Top Five Strategies for a Young or Beginning Farmer
Young, Beginning, Small & Veteran Farmers
The average US farmer is 57 years old (USDA 2017). In fact, young producers (those under 35) make up less than 10% of producers while beginning farmers (those with 10 years or less of experience) make up 27% (USDA 2017). These farmers face two major challenges: access to land and access to credit. So here are 5 top things to consider as a young and starting farmer:
Treat your farm as a business
When starting a farm, no matter what size, treat it as a business. Granted it is not the same as opening a small shop or family diner, but it is a business. What does this mean? Develop a business plan with all financial statements and measures. Financial statements will help you understand the financial health of your business and to answer: Are you breaking even? Are you solvent or profitable? Are you paying yourself for your work? They can help you identify ways to improve your profits (e.g. changing your marketing mix and/or reducing costs). Setting future goals, say for 5 years from now, and setting a path towards it is also part of a business plan. Pro forma statements that reflect variations in revenues due to fluctuation in prices should also be completed. A complete business plan is important when seeking investors or applying for a loan.
LEARN MORE: Visit the Farm Credit Knowledge Center Business Toolkit
Know your strengths, weaknesses, threats and opportunities
As with any business, you should be aware of its strengths, weaknesses, threats and opportunities. Strengths and weaknesses are identified by looking inside of the farm, while threats and opportunities are identified by looking at factors outside of the farm. Examples of strengths could be your skills and knowledge that you bring to the business, or the quality of inputs used, or personalized customer service. Identifying strengths leads to defining your farm’s competitive advantage. What makes it standout from all others? Weaknesses in a business can affect your profits and hinder its competitive advantage. Tackle the crucial ones first. An analysis of external factors such as population growth, competitors, suppliers, policies and buyers, can help you identify opportunities and threats. Opportunities can also help you define your competitive advantage. Is there a niche market for your product? Or do you, as a young farmer, identify trends in consumer needs not yet met? When identifying threats, this allows you to come up with strategies to minimize the associated risks.
Know and make use of all the available resources
There are numerous resources for young and beginning farmers (e.g. special loan programs, farm demonstration workshops, and specific grants), many are available at low cost. For instance, West Virginia University (WVU) Soil Testing Lab managed by the Davis College offers free routine soil testing for WV residents. Make sure that you get to know your local extension agent. Have you ever reached out to extension specialists at your nearest land grant university? Are you aware of the grants that you might be eligible for through USDA and the Natural Resources Conservation Services? Make it your priority to know all your resources and use them to your advantage.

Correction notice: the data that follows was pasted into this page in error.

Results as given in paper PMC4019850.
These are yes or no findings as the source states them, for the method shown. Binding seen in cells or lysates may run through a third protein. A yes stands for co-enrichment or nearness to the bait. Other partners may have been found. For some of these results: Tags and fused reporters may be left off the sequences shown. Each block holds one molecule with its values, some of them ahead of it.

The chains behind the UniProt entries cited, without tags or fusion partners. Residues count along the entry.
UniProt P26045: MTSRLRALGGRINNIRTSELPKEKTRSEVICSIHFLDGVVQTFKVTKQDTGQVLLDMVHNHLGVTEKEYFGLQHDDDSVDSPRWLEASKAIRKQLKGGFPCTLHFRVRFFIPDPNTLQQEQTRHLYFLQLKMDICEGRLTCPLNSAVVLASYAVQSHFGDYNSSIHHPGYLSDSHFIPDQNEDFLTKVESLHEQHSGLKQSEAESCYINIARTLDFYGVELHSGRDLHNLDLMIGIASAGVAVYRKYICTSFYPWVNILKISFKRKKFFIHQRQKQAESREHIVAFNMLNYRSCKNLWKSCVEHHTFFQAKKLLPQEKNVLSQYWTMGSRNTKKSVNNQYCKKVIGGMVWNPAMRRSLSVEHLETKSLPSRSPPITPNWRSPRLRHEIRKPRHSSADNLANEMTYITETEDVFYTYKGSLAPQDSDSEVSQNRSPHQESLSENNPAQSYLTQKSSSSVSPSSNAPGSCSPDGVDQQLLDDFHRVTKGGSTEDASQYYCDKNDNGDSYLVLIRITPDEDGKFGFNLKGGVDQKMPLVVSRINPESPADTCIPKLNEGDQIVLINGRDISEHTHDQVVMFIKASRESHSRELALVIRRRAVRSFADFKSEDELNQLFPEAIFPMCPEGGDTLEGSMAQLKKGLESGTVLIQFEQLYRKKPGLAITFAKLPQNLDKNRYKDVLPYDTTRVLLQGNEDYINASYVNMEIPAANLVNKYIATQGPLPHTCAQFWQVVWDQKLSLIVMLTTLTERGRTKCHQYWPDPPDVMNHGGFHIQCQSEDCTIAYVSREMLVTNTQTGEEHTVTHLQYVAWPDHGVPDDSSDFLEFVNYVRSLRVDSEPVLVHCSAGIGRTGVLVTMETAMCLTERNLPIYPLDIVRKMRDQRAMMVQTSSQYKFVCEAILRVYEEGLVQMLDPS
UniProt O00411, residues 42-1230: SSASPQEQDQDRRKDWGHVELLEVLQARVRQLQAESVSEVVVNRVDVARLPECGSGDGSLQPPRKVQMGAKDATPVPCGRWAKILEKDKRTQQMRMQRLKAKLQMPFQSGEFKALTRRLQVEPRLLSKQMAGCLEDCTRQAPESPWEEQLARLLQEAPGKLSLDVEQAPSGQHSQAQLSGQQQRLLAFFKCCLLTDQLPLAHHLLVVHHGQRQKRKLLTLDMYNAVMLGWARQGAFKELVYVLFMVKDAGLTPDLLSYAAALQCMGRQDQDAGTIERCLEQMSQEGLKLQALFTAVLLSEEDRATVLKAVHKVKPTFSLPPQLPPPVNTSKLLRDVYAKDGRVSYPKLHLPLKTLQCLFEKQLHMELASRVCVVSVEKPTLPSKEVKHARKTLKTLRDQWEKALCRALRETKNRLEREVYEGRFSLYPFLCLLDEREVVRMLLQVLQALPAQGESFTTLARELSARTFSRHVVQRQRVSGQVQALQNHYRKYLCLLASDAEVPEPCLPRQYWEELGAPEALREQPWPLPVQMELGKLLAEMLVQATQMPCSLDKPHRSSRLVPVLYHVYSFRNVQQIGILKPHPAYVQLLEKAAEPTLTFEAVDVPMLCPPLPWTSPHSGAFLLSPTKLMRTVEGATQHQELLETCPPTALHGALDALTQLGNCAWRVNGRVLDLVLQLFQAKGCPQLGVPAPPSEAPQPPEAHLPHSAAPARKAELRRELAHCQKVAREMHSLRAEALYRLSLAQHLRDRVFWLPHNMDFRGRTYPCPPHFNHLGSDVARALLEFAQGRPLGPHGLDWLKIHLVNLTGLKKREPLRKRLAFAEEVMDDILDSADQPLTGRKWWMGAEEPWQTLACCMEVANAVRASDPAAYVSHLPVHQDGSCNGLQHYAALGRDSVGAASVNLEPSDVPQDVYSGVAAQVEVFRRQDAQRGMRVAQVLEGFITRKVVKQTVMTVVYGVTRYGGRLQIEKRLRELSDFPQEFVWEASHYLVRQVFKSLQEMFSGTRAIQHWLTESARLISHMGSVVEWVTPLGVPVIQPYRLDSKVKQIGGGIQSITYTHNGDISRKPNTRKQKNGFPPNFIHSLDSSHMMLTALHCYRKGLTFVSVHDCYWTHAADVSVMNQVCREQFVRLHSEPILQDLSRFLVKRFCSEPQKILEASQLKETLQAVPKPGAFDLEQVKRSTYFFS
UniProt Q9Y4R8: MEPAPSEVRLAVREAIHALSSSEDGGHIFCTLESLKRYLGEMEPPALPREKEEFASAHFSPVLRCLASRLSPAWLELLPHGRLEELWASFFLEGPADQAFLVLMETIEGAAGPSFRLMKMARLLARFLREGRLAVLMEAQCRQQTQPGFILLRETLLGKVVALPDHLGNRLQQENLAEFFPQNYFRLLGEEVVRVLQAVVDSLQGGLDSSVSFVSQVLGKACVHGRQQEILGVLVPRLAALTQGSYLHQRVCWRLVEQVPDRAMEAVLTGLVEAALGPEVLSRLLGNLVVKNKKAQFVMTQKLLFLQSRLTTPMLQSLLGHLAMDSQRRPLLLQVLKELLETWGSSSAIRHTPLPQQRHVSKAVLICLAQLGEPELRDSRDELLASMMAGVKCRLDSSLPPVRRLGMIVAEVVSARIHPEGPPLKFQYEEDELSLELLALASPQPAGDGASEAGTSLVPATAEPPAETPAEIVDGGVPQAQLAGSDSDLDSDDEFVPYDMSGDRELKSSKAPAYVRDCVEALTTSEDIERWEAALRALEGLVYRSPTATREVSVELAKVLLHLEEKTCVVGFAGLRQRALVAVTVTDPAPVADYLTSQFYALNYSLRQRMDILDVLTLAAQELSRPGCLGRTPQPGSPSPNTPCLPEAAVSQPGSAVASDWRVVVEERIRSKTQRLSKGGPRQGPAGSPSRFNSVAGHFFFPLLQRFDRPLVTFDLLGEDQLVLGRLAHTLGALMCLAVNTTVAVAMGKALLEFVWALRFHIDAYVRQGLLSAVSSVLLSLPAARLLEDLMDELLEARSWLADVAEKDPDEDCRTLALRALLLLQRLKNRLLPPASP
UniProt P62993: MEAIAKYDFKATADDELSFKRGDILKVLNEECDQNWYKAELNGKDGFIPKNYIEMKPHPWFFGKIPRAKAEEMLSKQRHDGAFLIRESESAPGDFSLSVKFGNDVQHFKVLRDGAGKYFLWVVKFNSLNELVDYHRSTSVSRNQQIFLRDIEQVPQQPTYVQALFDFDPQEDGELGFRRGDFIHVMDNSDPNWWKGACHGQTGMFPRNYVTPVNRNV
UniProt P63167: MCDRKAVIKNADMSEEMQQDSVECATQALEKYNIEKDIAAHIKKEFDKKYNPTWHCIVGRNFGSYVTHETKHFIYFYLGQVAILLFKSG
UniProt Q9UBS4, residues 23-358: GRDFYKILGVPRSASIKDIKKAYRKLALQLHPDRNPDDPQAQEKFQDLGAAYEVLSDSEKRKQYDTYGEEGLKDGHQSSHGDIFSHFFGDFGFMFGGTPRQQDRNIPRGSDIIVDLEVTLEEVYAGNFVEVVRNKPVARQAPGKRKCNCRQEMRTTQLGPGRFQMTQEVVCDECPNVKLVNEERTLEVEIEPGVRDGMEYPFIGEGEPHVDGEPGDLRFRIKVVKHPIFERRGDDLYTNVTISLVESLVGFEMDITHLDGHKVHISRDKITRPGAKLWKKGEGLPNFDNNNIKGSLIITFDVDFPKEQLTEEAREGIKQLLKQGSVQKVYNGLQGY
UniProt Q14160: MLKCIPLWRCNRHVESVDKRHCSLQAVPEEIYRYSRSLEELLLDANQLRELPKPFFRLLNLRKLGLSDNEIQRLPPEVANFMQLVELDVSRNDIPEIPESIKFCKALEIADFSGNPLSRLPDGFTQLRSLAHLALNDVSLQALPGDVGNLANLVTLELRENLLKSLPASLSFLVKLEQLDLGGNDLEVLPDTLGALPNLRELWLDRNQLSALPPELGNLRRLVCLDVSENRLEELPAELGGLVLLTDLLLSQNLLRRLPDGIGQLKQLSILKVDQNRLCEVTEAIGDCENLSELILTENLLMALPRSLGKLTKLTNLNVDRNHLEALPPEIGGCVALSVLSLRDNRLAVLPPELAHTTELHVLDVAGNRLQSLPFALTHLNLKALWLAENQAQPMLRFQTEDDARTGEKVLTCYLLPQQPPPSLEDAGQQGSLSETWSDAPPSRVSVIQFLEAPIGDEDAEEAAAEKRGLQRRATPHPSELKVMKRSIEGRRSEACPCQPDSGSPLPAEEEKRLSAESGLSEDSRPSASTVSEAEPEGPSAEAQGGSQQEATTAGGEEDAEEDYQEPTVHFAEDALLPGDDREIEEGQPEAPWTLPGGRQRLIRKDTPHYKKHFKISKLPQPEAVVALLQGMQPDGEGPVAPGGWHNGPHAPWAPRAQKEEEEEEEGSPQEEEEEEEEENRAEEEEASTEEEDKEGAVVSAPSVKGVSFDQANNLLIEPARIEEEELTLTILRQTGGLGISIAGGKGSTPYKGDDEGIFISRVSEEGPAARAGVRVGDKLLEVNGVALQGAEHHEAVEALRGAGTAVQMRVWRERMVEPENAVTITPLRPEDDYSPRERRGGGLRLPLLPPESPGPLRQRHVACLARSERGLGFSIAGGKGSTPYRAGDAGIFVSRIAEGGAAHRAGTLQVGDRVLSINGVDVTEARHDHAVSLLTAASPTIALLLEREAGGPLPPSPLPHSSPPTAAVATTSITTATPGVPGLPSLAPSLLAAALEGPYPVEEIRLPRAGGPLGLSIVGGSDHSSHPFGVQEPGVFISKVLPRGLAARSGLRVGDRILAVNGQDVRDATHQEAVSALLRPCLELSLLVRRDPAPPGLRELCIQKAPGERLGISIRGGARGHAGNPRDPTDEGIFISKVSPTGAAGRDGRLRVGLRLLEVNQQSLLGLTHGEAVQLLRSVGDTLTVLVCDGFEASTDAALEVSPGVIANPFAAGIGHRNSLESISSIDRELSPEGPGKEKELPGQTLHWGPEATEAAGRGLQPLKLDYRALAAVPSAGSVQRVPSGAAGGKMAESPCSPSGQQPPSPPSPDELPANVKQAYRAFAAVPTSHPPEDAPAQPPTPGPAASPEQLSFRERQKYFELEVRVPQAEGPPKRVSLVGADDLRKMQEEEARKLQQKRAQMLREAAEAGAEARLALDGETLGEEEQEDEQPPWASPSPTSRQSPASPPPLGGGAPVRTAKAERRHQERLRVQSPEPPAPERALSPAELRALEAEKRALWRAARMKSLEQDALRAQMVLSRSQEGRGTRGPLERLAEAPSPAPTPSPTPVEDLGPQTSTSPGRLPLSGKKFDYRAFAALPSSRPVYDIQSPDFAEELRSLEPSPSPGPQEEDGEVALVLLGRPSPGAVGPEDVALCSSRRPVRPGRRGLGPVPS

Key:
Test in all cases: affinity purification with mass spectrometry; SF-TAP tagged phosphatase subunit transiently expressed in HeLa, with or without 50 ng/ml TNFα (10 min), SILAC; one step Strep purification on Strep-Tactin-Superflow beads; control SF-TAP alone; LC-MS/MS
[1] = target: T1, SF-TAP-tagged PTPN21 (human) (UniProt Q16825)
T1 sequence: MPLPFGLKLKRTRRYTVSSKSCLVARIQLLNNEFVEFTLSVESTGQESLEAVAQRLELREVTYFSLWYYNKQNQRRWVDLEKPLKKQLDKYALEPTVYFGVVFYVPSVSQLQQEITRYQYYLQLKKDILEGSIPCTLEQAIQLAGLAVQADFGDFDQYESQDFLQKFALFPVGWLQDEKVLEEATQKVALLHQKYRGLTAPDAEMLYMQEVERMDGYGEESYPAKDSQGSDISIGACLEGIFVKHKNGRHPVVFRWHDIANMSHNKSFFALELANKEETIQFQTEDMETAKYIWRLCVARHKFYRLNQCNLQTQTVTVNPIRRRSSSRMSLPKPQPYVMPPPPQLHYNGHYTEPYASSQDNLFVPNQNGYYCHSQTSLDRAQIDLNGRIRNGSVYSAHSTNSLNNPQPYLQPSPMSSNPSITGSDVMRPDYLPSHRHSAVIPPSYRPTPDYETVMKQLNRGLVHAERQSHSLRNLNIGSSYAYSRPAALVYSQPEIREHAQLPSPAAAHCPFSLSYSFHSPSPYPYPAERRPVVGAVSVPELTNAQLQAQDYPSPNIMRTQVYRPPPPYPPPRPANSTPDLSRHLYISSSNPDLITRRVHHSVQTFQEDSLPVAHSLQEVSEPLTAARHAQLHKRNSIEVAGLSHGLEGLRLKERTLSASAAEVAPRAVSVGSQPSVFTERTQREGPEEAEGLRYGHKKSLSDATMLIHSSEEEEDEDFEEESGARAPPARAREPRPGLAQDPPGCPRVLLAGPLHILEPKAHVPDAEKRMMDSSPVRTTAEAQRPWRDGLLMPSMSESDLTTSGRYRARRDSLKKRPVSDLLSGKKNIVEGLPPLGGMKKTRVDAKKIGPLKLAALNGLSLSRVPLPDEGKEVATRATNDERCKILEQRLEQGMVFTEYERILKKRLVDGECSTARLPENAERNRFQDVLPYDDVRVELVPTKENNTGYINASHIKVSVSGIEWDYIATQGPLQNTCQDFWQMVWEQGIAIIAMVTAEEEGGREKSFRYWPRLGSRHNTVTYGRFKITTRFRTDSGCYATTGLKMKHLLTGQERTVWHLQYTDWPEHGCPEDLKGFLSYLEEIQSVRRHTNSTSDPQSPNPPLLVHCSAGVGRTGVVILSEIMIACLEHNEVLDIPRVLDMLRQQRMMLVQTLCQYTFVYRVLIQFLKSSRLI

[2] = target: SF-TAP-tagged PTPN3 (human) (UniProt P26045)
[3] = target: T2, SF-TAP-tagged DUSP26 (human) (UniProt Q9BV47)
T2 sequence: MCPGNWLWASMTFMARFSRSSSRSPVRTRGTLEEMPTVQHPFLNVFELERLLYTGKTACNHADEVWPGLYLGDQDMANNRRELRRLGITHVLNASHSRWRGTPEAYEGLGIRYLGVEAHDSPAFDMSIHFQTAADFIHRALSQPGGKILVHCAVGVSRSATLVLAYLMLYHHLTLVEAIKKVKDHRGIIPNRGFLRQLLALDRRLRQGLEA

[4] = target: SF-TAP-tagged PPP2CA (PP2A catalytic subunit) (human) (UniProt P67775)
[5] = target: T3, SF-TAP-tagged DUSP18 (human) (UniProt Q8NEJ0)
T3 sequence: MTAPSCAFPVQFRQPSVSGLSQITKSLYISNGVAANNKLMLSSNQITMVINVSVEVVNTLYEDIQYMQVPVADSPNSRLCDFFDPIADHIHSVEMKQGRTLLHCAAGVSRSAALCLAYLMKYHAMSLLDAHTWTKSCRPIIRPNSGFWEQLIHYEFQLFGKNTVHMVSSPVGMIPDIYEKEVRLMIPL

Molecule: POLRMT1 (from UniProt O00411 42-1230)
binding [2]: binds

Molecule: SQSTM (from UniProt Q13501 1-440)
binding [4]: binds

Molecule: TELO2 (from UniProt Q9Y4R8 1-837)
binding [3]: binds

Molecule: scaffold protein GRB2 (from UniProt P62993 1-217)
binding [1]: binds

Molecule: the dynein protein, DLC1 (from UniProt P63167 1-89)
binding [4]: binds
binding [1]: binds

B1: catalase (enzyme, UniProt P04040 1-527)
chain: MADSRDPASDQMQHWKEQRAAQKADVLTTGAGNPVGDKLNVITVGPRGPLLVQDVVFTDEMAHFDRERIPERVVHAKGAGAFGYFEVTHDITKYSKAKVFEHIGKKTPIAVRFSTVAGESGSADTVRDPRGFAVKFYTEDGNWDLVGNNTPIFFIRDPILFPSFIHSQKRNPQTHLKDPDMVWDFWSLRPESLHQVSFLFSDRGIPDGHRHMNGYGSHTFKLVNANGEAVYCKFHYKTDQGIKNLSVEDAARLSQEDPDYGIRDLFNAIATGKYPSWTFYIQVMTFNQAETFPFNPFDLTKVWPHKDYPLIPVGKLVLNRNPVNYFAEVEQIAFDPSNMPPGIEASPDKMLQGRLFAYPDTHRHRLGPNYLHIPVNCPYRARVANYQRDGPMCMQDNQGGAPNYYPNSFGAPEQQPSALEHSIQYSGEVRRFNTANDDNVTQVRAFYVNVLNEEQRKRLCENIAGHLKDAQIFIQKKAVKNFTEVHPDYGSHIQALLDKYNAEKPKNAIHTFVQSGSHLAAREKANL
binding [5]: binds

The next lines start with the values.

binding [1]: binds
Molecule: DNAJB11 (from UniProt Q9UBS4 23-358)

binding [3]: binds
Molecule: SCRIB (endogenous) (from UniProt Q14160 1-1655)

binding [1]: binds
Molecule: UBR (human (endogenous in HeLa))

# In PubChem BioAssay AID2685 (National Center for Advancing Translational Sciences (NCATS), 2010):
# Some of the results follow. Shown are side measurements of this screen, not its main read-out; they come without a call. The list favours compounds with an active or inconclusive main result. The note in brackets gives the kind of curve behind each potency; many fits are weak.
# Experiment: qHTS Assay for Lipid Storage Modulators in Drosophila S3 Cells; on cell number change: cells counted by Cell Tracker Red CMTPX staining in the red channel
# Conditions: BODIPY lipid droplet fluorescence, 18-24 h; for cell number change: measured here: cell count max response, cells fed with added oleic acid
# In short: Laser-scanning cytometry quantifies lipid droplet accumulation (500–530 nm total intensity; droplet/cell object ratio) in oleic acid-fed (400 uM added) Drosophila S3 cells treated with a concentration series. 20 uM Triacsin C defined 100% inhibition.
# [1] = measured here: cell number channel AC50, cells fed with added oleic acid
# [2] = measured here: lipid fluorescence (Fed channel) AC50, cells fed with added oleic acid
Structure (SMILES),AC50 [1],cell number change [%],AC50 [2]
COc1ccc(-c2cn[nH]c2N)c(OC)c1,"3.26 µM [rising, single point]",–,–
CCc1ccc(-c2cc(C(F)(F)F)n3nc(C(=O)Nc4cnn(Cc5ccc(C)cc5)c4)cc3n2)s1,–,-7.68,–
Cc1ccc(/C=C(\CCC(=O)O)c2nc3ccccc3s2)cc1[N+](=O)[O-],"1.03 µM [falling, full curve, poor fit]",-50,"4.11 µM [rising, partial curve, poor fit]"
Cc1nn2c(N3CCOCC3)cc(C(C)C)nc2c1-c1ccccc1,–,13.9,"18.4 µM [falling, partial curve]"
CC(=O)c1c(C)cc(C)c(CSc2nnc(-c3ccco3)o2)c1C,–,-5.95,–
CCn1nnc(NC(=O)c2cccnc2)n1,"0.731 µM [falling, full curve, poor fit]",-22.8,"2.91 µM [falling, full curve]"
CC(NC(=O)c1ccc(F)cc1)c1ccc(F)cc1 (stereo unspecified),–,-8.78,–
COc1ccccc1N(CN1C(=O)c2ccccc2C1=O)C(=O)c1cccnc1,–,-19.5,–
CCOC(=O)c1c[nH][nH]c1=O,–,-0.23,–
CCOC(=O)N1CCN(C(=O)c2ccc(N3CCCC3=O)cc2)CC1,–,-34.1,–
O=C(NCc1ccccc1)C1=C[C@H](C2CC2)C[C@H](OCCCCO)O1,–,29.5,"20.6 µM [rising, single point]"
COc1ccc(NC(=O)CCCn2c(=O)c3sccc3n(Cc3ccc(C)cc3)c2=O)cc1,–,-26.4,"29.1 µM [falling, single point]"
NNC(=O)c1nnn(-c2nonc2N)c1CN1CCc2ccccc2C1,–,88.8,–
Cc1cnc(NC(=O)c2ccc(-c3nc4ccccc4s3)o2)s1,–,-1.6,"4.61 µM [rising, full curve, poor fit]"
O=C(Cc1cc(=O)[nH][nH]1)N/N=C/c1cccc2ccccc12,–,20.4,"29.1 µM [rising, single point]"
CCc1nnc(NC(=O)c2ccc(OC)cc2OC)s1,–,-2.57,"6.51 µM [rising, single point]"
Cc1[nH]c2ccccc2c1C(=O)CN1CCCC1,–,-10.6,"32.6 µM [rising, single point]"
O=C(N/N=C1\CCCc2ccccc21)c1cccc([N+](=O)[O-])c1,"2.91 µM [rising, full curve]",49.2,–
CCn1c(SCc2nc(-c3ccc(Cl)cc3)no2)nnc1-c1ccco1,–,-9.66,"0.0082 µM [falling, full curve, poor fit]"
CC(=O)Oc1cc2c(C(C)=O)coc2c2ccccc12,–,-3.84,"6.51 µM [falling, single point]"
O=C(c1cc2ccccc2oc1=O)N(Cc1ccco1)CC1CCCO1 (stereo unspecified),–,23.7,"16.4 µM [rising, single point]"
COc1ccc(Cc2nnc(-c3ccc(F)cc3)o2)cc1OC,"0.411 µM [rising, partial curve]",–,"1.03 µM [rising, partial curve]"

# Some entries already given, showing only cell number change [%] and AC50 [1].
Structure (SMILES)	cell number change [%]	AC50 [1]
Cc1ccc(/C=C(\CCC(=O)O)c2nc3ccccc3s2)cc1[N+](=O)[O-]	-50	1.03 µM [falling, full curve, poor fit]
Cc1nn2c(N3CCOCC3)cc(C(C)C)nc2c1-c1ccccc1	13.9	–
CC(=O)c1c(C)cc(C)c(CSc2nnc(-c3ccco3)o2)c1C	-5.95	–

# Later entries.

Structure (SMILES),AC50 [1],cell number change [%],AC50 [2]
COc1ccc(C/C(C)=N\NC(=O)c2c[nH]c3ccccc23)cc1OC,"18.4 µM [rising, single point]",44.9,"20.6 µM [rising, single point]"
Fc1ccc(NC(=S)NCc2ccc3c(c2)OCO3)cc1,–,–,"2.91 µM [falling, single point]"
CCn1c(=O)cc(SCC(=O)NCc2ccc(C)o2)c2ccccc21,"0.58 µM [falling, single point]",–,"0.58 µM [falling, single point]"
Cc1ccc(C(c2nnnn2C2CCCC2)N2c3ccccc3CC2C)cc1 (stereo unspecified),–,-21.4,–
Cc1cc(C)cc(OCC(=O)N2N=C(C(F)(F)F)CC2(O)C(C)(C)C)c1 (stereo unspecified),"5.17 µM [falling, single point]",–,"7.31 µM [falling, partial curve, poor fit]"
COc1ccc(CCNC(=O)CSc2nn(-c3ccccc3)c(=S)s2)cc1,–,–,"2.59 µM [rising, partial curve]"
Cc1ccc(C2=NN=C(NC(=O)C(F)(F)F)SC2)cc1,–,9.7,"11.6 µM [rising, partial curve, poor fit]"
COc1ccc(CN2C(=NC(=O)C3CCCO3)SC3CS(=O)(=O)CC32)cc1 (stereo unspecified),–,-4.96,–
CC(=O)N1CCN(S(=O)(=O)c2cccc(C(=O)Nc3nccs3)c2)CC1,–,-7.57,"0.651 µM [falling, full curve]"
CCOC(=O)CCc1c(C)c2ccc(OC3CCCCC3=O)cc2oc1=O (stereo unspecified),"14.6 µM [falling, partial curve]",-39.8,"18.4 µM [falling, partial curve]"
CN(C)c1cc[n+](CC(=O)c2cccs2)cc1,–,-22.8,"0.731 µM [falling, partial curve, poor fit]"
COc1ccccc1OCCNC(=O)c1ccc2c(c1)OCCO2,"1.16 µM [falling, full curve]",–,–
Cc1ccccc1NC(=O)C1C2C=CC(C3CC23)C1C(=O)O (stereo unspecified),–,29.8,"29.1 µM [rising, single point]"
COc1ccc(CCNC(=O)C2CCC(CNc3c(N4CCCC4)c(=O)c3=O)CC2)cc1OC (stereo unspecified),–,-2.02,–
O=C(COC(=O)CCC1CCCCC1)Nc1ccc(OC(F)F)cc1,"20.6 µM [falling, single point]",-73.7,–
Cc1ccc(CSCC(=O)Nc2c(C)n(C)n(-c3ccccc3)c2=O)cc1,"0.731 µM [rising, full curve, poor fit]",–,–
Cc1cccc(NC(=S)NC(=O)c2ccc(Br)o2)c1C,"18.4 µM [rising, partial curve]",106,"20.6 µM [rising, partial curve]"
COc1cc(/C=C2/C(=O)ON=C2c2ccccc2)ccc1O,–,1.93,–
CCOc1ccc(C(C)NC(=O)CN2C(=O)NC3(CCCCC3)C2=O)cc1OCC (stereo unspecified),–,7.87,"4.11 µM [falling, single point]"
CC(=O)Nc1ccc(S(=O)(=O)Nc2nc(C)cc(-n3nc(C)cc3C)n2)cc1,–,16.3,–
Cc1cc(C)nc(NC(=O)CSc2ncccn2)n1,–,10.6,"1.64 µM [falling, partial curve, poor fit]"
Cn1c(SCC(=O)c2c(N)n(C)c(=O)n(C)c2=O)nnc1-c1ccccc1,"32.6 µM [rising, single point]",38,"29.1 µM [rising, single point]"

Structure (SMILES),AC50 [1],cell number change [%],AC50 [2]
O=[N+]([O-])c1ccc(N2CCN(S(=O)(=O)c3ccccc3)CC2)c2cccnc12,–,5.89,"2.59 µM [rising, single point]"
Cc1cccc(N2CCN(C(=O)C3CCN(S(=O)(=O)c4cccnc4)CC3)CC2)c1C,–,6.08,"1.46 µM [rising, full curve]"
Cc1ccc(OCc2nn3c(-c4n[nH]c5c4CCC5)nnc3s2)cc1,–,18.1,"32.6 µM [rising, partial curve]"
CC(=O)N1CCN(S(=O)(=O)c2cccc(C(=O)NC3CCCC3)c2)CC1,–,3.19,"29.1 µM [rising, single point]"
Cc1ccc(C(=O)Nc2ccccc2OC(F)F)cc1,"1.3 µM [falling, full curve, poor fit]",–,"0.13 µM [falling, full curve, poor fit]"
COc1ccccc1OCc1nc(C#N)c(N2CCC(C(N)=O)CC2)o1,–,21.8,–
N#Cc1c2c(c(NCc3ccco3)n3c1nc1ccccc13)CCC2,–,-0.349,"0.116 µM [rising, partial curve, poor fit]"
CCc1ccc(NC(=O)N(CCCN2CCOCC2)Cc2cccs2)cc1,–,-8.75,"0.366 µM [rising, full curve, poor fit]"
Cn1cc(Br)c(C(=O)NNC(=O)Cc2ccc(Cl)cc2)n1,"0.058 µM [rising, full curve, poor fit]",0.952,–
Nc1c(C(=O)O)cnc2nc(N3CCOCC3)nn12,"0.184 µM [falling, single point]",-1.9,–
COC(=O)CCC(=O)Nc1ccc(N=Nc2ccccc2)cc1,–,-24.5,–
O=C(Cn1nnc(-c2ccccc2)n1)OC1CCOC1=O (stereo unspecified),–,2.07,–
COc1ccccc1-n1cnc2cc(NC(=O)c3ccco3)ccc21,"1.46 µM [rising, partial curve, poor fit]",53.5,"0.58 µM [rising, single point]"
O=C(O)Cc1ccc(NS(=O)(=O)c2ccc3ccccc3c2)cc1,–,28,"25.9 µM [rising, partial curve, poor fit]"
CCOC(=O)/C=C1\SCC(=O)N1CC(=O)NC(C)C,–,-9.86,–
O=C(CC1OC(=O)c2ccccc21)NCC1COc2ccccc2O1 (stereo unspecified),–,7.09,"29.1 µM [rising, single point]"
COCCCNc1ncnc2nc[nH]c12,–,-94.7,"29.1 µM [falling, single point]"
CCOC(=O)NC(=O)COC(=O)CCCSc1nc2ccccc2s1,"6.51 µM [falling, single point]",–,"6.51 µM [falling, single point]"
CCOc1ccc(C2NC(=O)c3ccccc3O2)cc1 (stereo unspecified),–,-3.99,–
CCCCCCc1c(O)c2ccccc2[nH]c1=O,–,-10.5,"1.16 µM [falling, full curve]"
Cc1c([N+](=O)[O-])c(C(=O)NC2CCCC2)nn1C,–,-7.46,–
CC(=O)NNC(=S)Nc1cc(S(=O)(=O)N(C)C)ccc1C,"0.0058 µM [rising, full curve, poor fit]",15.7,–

ACCESS ADDITIONAL RESOURCES: Visit the Farm Credit Knowledge Center's Resources
Build a network
The best way to learn about farming is by talking to other farmers. You can learn things that cannot be found in a book. Cultivating a relationship with a mentor may help you avoid common mistakes and quickly identify paths to success. Connect with farmers at conferences, seminars and workshops devoted to farming (e.g. WV Small Farm Conference), or in other places they may go to (e.g. farmers’ market, local farm supply store). Participating in internships or apprenticeships also helps you connect with farmers. Use this opportunity to build your own network which should also consist of other local businesses. This could mean potential new clients, input suppliers or building better relations with your local bank.
Have a work-life-balance
Mental stress also affects farmers. Farming can be very isolating. Apart from isolation, financial issues, farm economy and weather can impact farmers’ mental health (Sledge and Fortenberry 2023). Having a comprehensive health insurance and emergency funds can reduce some of the stress. Farming is demanding, and many times farmers hold jobs off-farm to keep things running. Therefore, it is important to strive to maintain a work-life-balance. Reserve time for yourself, to be with family and friends. A good trick is to schedule family and friend times like you would any other important errand related to your farm and stick to it.
LEARN MORE: Request instant access to the Focus on Wellbeing AgHub learning portal.
Young and beginning farmers face many challenges as they start their farm. Here I have listed my top 5 things for these farmers to keep in mind as they navigate through these challenges. Note that while these are not exhaustive, they are meant to motivate you to start thinking about farming in a new light.
Ana Claudia Sant’Anna*
Assistant Professor of Agribusiness and Agricultural Finance
Division of Resource Economics and Management
West Virginia University
*Disclaimer any views expressed are my own
Slege, S. and B. Fortenberry. 2023. "Farm Stress" Choices. Quarter 1. Available online: https://www.choicesmagazine.org/choices-magazine/theme-articles/farm-stress/farm-stress
Coulter, M. K. 2013. "Strategic management in action." 6th ed. Pearson Education, Inc.
USDA National Agricultural Statistics Service, 2017 Census of Agriculture. Complete data available at www.nass.usda.gov/AgCensus